Based on the above evidence, this article intends to highlight a few points the Academia, Industry and the stakeholders could initiate or strengthen to capture and retain the interest in Hospitality and Tourism careers. The essential requirement for Hospitality and Education providers is to maintain close links regularly with the other stakeholders.
Moreover, it is essential that the industry leaders communicate the ongoing situation they experience with the pandemic and the changing requirements of the hospitality and tourism graduates and the future prospects of the industry with Academia. Collaborating with Academia for Industry-specific research and development activities could also result in new knowledge and insights.
On the one hand, while Academia takes responsibility for effective teaching and learning practices and creates a supportive environment for the Hospitality graduates, on the other hand, quality interactions between Tourism Stakeholders and Academia will positively contribute to imparting hope in Hospitality and Leisure Management students.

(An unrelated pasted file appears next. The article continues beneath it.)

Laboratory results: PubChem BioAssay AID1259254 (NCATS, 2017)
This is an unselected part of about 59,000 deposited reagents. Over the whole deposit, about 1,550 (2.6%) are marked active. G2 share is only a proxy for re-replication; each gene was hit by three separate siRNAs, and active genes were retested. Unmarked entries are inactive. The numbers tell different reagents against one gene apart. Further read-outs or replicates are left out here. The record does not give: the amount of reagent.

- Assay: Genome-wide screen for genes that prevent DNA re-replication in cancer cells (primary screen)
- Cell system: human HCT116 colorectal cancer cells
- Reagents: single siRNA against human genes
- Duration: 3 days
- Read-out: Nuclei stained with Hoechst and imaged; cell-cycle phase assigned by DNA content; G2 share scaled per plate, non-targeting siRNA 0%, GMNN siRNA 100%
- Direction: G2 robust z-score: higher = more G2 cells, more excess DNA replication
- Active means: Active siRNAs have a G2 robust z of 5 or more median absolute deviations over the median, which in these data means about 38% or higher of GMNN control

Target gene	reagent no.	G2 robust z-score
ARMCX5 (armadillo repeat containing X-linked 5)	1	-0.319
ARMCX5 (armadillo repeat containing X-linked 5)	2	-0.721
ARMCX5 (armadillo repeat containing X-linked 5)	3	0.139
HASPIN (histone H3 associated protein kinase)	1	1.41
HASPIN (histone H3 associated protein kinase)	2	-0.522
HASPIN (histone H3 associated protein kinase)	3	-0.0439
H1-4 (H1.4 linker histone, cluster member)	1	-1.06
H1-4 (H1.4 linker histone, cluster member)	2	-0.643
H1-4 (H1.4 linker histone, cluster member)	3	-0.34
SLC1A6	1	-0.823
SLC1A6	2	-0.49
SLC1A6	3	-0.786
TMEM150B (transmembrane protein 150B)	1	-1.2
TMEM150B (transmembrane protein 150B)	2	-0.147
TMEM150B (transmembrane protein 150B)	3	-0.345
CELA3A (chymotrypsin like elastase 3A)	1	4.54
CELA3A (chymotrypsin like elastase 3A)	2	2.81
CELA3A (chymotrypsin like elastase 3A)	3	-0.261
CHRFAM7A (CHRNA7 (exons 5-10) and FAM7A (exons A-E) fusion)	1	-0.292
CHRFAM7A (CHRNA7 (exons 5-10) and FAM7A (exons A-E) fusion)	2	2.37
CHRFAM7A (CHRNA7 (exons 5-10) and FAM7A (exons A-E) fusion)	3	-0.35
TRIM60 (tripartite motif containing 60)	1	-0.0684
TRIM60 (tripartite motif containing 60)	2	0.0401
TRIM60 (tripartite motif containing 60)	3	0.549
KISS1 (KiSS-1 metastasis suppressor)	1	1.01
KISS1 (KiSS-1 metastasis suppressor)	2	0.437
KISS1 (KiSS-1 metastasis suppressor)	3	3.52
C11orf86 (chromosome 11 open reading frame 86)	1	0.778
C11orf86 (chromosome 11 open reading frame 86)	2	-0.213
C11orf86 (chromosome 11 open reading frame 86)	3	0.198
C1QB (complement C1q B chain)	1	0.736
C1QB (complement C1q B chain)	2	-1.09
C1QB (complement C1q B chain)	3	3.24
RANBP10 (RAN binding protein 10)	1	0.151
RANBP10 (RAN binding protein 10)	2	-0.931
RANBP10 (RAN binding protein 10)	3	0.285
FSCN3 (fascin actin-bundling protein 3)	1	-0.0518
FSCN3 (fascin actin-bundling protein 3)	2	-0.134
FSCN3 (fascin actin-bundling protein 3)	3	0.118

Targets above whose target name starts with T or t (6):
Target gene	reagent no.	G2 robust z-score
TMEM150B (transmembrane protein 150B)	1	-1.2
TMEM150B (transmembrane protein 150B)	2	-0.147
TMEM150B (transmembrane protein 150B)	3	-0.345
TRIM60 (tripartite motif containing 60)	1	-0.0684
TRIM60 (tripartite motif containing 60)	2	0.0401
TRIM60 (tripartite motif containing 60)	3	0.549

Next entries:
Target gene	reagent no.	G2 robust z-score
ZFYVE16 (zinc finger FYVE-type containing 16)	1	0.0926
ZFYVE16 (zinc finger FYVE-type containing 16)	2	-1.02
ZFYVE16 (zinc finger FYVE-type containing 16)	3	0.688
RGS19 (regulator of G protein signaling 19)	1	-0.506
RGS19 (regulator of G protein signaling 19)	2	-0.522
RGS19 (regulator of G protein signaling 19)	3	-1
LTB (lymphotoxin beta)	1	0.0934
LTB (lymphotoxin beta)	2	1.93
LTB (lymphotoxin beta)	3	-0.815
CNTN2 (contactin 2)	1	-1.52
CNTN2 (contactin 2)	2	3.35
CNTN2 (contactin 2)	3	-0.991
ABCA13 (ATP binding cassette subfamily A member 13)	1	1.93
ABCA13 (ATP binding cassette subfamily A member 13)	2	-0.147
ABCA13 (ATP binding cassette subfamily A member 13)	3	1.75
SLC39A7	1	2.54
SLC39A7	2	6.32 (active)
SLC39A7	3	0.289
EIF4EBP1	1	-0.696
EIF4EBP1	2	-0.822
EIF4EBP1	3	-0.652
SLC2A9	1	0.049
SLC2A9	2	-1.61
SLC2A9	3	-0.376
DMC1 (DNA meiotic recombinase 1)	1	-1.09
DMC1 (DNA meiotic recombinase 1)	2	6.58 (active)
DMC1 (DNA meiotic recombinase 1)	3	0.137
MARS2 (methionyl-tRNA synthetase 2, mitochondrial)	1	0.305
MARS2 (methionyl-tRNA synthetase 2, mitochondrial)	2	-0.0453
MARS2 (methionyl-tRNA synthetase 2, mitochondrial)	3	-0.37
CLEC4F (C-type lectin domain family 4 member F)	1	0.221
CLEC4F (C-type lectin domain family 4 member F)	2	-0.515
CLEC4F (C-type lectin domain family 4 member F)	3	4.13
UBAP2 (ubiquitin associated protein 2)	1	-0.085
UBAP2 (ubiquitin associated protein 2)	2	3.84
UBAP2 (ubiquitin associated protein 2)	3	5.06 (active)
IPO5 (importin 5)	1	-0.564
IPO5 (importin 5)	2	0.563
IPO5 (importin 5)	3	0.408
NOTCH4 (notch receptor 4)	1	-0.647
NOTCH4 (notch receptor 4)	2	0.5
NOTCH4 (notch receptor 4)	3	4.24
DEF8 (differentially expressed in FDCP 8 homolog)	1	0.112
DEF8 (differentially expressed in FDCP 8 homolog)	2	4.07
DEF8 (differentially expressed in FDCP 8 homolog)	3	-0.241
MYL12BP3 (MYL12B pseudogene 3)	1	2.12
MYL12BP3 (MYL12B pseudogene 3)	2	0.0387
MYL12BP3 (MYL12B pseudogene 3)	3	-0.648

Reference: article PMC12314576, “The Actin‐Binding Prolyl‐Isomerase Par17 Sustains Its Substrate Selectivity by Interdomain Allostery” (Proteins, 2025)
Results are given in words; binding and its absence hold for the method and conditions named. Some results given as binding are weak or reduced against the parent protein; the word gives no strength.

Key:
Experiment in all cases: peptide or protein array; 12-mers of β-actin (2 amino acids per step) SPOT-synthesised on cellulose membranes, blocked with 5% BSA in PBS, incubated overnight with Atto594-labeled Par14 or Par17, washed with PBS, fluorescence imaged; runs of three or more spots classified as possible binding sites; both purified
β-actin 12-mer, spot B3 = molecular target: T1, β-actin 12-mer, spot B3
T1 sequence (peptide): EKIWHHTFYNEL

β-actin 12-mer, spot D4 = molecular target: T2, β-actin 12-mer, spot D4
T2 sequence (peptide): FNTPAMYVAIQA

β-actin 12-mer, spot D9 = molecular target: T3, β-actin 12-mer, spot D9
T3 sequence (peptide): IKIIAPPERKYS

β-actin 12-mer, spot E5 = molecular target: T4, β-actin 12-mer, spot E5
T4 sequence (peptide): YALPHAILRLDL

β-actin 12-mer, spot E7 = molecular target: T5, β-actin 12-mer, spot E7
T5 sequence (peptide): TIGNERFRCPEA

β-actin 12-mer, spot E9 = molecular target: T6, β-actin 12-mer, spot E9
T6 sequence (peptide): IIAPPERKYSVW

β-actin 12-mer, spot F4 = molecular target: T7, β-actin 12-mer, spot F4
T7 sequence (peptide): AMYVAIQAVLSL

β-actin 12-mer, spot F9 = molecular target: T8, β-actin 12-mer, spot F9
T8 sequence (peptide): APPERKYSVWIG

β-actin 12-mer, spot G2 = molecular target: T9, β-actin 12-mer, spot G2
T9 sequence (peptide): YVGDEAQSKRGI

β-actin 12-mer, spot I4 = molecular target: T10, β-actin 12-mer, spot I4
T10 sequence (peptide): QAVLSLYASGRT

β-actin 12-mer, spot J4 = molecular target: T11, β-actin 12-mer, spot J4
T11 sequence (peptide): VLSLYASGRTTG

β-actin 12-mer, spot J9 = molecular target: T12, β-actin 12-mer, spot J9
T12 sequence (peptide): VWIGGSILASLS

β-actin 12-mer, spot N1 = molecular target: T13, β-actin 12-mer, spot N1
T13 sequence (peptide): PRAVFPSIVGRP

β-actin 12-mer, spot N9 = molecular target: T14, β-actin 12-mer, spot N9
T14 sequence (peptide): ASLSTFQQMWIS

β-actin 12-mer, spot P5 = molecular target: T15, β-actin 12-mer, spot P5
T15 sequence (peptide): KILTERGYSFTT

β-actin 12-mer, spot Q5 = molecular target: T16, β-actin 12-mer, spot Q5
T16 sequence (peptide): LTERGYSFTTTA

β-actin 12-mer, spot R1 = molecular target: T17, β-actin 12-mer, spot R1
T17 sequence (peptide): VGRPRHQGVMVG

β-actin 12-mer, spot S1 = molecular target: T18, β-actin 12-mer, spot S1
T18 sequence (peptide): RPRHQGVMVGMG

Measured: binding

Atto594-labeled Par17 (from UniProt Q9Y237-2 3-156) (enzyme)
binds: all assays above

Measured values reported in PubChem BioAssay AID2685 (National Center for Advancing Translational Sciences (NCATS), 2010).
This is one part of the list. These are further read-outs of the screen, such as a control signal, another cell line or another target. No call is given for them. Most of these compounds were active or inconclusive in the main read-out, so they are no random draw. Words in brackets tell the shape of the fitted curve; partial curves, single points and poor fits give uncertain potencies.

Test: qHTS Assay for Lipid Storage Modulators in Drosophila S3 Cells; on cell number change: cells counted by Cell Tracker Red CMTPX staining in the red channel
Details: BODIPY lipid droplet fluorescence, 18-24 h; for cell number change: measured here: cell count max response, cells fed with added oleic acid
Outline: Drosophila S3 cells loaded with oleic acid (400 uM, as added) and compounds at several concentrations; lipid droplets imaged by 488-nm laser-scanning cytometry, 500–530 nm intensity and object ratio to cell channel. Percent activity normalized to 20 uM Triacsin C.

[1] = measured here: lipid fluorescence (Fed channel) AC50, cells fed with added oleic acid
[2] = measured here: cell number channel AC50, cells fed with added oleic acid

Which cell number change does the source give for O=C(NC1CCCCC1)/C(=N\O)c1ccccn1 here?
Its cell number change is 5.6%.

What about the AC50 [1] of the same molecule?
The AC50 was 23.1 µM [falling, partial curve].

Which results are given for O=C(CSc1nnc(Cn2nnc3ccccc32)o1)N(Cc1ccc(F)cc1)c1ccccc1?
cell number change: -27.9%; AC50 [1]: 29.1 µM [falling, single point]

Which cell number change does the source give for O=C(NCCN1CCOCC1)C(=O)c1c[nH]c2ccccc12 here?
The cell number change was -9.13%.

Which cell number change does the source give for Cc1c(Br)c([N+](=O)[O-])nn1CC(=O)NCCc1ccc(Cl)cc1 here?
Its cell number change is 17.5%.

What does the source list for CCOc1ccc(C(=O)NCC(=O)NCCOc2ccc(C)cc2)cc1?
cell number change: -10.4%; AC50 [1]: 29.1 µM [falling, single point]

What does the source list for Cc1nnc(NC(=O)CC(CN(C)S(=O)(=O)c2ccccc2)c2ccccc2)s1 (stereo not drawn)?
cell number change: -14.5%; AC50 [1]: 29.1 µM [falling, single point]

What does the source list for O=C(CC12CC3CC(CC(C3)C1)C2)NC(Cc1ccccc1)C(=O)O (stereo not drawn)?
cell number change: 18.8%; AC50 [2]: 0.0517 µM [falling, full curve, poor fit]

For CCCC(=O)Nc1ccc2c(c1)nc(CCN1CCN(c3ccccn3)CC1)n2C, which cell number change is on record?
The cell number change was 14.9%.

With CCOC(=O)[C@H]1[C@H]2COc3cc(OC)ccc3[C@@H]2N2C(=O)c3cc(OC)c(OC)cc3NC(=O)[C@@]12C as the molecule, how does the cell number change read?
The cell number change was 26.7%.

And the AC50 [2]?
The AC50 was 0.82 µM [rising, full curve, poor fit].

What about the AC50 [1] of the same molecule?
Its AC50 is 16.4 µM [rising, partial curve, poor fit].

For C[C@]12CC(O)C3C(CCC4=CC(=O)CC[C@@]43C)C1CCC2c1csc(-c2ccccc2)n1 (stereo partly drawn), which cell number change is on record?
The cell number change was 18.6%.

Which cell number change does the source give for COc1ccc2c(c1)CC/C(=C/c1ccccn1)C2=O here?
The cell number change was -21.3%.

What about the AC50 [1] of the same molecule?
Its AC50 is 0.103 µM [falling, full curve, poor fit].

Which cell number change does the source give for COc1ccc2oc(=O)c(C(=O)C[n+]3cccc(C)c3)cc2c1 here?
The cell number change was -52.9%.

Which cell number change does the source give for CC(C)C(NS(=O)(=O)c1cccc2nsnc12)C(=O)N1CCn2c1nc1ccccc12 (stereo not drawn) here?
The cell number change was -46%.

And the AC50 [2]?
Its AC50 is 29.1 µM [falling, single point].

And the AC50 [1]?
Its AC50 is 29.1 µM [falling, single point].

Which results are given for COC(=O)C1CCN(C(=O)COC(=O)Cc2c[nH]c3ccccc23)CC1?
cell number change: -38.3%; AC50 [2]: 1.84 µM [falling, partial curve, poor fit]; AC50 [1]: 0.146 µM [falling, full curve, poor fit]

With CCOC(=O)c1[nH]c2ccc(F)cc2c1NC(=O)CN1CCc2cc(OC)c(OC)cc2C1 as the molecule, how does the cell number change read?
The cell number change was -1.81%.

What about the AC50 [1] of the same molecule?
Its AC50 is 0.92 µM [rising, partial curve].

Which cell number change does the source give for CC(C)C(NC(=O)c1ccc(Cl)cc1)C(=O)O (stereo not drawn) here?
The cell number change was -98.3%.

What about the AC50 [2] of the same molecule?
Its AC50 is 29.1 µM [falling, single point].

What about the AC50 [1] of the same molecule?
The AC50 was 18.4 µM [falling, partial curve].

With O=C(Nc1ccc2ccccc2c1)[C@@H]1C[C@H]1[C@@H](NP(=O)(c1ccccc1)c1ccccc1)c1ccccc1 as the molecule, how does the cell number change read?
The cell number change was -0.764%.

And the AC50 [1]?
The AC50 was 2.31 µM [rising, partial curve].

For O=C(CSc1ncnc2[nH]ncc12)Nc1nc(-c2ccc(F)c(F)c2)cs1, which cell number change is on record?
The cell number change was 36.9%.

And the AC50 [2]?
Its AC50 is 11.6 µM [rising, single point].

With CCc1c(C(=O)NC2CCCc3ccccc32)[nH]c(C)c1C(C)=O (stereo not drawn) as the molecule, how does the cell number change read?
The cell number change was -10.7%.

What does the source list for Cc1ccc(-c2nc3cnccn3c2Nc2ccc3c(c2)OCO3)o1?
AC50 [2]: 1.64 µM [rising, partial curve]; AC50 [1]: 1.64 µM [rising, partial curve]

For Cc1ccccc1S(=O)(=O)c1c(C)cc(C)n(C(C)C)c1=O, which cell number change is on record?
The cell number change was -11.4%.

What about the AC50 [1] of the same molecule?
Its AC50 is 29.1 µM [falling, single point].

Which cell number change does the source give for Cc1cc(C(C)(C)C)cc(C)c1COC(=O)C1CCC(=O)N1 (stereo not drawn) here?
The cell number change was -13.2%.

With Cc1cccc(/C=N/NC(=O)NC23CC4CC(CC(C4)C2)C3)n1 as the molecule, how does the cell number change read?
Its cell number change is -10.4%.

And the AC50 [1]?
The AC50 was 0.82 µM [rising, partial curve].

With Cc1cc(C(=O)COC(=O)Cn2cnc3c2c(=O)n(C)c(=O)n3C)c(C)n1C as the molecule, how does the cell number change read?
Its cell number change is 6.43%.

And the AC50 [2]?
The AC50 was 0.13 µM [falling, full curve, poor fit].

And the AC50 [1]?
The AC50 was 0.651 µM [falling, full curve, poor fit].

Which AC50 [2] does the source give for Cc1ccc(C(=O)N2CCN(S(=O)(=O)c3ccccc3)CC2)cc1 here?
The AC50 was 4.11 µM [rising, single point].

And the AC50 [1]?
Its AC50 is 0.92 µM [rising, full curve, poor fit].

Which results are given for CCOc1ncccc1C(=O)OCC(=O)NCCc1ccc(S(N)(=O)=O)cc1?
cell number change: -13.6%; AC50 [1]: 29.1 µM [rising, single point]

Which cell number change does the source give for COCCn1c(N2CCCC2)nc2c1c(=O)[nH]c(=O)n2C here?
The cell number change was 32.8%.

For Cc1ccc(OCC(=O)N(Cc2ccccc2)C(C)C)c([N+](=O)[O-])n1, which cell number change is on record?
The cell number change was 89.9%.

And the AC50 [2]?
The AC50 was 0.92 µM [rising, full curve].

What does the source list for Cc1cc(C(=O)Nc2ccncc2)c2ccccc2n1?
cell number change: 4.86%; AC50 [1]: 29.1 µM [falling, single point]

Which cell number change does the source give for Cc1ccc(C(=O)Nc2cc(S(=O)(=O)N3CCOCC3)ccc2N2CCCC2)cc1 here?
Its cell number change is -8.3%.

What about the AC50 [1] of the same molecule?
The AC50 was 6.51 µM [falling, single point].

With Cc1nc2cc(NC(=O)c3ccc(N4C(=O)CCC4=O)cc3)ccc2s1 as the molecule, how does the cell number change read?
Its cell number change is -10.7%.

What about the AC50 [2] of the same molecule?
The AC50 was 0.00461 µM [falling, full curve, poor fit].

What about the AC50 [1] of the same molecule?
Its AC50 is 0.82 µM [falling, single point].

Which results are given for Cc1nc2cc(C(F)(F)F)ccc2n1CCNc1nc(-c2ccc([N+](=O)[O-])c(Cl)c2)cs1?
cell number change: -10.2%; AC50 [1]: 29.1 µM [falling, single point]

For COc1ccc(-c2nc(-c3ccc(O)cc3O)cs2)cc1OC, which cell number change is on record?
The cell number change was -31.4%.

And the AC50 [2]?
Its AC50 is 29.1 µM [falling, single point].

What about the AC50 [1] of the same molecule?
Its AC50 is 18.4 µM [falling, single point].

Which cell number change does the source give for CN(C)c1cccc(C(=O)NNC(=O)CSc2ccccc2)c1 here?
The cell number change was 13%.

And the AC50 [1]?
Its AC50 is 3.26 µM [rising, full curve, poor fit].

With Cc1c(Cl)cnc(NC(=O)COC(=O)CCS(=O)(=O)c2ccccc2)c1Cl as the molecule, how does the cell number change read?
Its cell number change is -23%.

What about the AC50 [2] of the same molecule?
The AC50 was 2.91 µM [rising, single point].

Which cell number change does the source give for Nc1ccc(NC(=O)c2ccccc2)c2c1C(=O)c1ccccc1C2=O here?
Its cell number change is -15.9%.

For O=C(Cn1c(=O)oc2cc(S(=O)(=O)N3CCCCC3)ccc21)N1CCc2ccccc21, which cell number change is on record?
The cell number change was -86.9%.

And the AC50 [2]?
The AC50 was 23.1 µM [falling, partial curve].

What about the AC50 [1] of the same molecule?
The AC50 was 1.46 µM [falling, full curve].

In addition to the attractive private-sector jobs in the industry, many Government Organisations could provide various opportunities for undergraduates and graduates, such as internships and career opportunities. These steps will develop confidence in students in this remarkable industry, and hopefully, the required links with Academia and the Industry Stakeholders will be strengthened to sustain the interest of our students in the industry.

Maduka Udunuwara, PhD
Senior Lecturer/Coordinator Hospitality and Leisure Management Program
Department of Marketing
Faculty of Management and Finance
University of Colombo